Haji Bakr and the rise of ISIL: Christoph Reuter, 'The Terror Strategist: Secret Files Reveal the Structure of Islamic State' Spiegel Online April 18, 2015
|Der Spiegel's map of ISIL-held territory at beginning of April 2015|
A blog commenting on various aspects of the private collecting and trade in archaeological artefacts today and their effect on the archaeological record.
|Der Spiegel's map of ISIL-held territory at beginning of April 2015|
There is nevertheless something deeply unsettling about calls to kill to protect cultural heritage, especially when tens of thousands of human beings have been massacred, tortured, raped, and enslaved by ISIS and millions more are refugees. What does it say about our values when the destruction of priceless yet nevertheless inanimate objects takes urgency over protecting the lives of human beings? Are ancient artifacts, no matter how valuable, ever worth taking a human life for, even if that human being is a member of ISIS? And is there anything more reminiscent of 19th-century colonialism than Western intervention in a country to secure its ancient artifacts while ignoring the suffering of its living population?
"be exploiting the legitimate first world art market by taking advantage of its traditional reliance upon confidence in long-established sources and personal connections, and a centuries-old tradition of anonymous sales by collectors unwilling to publicly disclose their divestitures for personal, security or financial reasons".Personally I cannot see how such a market can in any way be described as "legitimate". Instead of being exploited by ISIL suppliers, the current no-questions asked market allows their creation. A more transparent, accountable and careful market would be impossible for them to penetrate. Dealer Dave is worried that this may affect dugup dealers as governmental efforts to regulate trafficking in blood antiquities "will almost certainly lay a heavy and indiscriminate hand on the antiquities market". Bravo. He says:
Collectors and dealers should exercise due diligence, prudent restraint and caution in considering acquisition of coins struck in, or known to have circulated in, Syria and Mesopotamia, Be certain that such acquisitions do not include anything not verifiably traceable to a collection or dealer stock prior to August 2011, when the ISI became active in the Syrian insurgency.So the sales of antiquities by militants fighting the US-led invasion from 2003 onwards do not concern collectors? The sales that allowed the purchase of weapons and munitions which led to the death of member of the anti-Saddam coalition? The sales that led to young men going home in body bags? This does not concern Dealer Dave, who is apparently only interested in erosion of profits through attempts to fight ISIL?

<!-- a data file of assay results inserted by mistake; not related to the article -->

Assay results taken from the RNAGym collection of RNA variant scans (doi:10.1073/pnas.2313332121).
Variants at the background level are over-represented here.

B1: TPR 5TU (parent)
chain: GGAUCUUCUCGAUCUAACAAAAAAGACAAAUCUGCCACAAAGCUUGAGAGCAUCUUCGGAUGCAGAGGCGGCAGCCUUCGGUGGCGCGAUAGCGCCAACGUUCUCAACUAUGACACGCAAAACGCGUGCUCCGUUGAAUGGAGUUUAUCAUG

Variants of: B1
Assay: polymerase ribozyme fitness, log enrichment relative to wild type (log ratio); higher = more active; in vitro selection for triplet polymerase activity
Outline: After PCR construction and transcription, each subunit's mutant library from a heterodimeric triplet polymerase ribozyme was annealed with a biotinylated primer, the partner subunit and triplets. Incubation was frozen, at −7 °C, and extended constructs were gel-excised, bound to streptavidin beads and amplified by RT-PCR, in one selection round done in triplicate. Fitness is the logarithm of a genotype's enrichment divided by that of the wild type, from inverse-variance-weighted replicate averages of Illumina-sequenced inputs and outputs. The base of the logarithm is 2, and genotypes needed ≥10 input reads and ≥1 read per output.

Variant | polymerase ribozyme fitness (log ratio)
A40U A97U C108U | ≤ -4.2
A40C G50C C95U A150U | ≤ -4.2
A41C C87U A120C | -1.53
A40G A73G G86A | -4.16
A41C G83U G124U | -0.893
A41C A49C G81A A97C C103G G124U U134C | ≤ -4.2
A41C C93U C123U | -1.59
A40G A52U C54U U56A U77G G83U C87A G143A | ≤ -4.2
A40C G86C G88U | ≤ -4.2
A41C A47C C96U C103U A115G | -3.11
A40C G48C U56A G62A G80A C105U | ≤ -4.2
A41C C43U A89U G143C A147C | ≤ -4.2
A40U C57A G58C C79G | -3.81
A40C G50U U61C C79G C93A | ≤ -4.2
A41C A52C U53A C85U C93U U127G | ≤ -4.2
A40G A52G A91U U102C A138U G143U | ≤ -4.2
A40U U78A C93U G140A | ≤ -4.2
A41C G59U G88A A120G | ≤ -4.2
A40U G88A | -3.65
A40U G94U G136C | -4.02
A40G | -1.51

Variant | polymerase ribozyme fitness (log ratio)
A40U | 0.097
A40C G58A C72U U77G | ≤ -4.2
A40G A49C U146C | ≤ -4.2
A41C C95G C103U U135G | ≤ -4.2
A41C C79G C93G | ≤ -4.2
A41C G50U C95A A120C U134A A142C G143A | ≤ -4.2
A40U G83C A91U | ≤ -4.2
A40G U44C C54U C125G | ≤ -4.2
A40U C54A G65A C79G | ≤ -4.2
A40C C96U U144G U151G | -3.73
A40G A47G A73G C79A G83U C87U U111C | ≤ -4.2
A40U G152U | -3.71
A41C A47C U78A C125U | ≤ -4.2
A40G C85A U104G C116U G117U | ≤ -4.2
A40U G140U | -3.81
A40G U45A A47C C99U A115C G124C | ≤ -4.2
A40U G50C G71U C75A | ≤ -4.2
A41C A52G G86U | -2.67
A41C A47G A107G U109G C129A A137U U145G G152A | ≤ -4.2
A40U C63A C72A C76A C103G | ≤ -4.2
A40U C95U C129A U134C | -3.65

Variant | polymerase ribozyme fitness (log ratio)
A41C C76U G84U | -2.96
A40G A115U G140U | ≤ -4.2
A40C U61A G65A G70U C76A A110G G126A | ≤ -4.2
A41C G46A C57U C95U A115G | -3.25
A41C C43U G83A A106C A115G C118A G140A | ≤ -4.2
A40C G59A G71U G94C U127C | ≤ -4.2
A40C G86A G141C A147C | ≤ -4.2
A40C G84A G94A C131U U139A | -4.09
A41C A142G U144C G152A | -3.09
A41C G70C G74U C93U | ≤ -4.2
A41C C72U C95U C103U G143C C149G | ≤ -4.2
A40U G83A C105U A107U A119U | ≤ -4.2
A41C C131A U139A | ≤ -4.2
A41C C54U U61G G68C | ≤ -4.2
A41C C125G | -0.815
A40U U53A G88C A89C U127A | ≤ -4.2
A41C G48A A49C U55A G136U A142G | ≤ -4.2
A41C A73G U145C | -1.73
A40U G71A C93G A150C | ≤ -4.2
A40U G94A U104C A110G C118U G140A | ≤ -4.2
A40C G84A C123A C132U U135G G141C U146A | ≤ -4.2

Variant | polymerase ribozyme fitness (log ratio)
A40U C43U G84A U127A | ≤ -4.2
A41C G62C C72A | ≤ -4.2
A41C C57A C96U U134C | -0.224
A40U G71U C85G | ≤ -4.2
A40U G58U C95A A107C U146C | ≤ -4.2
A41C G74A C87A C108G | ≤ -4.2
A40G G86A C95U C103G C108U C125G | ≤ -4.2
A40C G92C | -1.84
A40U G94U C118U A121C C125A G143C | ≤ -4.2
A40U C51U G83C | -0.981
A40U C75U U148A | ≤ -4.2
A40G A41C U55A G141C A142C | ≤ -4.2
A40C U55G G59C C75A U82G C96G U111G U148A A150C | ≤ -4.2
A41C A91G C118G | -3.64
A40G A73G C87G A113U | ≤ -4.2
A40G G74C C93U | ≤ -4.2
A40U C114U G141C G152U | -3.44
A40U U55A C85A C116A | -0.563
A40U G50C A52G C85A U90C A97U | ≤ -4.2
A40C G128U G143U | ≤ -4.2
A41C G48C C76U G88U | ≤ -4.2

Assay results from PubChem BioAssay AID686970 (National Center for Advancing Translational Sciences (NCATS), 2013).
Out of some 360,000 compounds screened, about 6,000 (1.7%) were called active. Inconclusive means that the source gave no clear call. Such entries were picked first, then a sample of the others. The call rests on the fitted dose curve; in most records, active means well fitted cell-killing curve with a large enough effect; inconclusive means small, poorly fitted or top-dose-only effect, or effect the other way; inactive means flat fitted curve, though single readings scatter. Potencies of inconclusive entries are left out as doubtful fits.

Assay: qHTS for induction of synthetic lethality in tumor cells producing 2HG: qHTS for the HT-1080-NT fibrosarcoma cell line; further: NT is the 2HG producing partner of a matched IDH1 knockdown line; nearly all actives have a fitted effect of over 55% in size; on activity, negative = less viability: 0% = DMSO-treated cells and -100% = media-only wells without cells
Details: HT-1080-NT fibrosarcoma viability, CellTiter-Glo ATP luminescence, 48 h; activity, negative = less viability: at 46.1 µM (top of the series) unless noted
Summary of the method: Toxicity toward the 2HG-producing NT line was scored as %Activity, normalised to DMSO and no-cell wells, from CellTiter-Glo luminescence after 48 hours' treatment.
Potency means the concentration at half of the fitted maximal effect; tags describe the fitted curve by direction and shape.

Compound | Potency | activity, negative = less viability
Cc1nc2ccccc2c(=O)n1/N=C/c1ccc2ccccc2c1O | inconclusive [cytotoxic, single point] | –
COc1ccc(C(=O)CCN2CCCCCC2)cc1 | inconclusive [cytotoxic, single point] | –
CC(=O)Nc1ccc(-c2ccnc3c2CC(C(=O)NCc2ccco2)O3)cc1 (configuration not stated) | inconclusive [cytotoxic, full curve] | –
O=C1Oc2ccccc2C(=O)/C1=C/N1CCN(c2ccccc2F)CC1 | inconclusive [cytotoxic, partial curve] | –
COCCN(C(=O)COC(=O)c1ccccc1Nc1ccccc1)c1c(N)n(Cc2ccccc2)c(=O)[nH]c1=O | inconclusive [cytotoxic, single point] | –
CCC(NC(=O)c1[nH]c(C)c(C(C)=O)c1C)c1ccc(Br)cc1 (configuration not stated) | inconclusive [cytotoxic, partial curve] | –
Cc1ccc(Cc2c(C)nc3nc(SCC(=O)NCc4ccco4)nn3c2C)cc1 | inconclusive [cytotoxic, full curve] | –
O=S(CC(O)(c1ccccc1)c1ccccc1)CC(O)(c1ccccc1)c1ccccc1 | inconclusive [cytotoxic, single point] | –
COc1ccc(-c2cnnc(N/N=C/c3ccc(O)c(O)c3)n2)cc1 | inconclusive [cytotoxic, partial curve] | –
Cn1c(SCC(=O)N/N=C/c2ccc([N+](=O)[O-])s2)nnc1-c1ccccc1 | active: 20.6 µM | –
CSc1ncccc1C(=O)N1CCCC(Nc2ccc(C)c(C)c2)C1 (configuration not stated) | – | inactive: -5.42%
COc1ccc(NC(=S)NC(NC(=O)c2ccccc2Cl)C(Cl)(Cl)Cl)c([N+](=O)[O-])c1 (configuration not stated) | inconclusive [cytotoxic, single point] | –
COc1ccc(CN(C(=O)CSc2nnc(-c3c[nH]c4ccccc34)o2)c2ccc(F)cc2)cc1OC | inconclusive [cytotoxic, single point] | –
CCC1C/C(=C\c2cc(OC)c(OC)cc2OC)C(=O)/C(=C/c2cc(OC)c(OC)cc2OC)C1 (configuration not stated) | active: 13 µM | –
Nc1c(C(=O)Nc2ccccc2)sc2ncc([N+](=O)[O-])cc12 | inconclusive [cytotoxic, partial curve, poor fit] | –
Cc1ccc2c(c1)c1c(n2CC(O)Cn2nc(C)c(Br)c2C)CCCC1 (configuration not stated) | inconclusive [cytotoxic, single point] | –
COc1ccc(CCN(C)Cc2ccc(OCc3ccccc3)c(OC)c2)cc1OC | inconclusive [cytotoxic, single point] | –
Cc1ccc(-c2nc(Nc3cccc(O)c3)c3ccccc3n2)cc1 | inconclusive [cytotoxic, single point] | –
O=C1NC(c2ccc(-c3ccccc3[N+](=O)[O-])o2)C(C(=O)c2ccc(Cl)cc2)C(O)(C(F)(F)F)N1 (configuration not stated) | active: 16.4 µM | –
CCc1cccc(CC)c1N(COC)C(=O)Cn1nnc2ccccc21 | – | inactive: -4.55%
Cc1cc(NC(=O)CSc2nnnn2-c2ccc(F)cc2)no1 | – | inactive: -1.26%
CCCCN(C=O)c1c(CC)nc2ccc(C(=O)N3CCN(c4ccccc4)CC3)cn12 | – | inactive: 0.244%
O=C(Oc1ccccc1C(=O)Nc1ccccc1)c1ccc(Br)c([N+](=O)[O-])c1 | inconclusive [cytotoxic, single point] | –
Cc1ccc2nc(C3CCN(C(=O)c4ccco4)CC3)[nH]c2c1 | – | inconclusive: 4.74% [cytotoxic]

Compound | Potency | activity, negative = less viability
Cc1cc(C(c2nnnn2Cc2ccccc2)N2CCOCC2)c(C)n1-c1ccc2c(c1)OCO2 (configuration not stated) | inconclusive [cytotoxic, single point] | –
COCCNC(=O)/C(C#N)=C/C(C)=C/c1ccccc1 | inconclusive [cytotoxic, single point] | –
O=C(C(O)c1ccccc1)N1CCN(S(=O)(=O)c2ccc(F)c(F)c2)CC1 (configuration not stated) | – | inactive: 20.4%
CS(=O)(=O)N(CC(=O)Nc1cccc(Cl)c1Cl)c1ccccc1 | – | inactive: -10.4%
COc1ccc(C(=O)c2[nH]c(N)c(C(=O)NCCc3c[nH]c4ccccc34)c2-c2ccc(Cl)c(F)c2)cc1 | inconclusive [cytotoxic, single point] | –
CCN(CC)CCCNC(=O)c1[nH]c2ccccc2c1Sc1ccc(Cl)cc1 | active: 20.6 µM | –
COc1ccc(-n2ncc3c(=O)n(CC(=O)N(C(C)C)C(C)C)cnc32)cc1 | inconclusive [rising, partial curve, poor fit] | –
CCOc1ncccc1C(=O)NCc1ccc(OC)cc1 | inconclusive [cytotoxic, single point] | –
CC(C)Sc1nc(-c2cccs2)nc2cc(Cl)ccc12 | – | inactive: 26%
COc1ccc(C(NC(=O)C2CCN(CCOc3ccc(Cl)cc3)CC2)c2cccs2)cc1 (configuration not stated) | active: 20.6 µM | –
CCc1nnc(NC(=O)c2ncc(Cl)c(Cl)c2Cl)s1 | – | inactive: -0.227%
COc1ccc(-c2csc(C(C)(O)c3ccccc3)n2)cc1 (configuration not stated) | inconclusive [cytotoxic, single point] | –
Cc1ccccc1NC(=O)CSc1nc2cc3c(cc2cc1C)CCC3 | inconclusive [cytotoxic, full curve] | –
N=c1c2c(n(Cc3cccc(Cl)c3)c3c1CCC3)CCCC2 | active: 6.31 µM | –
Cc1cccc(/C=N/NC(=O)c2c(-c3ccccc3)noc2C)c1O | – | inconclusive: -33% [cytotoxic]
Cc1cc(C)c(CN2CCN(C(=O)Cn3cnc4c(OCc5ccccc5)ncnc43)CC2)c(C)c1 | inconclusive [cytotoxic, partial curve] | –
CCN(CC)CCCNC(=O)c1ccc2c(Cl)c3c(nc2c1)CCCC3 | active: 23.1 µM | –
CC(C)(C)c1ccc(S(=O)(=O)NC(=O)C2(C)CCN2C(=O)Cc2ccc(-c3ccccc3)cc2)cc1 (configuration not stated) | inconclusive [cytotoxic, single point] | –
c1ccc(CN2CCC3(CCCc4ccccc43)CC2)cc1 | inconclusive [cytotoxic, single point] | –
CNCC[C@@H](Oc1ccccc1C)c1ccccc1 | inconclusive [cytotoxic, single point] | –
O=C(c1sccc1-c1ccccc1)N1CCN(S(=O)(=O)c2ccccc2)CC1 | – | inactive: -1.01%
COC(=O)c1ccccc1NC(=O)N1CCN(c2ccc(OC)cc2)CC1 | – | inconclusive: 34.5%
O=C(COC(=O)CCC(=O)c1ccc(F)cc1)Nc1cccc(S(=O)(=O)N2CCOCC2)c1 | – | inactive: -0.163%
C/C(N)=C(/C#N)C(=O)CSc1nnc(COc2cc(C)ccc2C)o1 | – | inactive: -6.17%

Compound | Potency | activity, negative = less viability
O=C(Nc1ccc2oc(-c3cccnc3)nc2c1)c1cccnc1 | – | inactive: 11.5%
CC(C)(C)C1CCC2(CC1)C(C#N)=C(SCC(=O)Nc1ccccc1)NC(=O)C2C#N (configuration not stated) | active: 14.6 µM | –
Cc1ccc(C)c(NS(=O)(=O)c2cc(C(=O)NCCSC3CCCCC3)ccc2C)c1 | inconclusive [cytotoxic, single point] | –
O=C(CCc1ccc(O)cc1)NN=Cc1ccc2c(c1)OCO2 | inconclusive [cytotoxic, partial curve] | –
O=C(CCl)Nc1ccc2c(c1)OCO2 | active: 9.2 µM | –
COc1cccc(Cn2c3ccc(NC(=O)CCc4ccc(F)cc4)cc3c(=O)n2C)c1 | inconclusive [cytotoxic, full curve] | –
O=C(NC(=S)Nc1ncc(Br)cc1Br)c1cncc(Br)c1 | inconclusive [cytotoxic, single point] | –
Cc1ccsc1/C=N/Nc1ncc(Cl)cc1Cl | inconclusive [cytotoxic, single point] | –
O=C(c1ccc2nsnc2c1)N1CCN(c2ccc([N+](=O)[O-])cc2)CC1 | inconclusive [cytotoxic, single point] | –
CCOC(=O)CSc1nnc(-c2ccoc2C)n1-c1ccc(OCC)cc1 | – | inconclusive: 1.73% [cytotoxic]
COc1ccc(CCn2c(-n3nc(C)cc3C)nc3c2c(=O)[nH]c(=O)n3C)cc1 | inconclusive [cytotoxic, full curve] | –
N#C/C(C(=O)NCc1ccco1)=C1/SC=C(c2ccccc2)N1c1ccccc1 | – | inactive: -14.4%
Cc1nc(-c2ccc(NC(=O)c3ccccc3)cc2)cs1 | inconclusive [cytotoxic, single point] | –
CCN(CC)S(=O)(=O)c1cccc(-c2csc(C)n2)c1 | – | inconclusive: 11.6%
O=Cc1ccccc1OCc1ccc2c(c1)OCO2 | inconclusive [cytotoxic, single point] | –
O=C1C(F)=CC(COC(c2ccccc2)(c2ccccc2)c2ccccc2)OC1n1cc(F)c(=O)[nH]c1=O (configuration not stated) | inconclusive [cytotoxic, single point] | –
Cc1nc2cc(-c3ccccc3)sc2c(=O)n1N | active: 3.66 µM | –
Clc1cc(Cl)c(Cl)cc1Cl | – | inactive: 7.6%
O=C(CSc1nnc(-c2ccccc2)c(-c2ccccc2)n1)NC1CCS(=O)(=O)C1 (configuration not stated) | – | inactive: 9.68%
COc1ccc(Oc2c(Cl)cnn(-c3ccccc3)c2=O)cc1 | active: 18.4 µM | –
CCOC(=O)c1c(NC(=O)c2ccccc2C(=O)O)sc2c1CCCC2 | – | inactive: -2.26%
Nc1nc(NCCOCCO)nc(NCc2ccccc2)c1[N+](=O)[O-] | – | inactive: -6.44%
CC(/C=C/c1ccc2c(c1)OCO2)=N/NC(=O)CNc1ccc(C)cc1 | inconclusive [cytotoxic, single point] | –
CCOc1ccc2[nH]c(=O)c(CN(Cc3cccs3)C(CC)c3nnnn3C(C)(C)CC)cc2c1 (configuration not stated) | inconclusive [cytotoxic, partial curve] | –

Readers are cautioned that "illicit" is Barfordian doublespeak for "undocumented" or "unprovenanced." It does not mean "illegal."He apparently feels that his readers have to be "warned" about Mr Barford. Perhaps the slack-jawed hillbilly ones will heed his warning. Those with a spark of intelligence will check out what the word "illicit" means if they do not already know. Mr Welsh, despite claiming to "read or speak five modern languages in addition to Latin, Greek and studies in extinct ancient scripts found on coins" and despite having it explained to him a number of times clearly does not. One can have an illicit relationship without it being illegal in any sense. Many people do Mr Welsh. Illicit narcotics - such as designer drugs - are not illegal Mr Welsh, that is their nature. Many people use them and understand the difference - that does not make them a good thing to be involved in Mr Welsh. Especially if they are of undocumented origins, like many coins you say we should treat as 'kosher'. There are many dangers in handling designer drugs of unknown origin, Mr Welsh.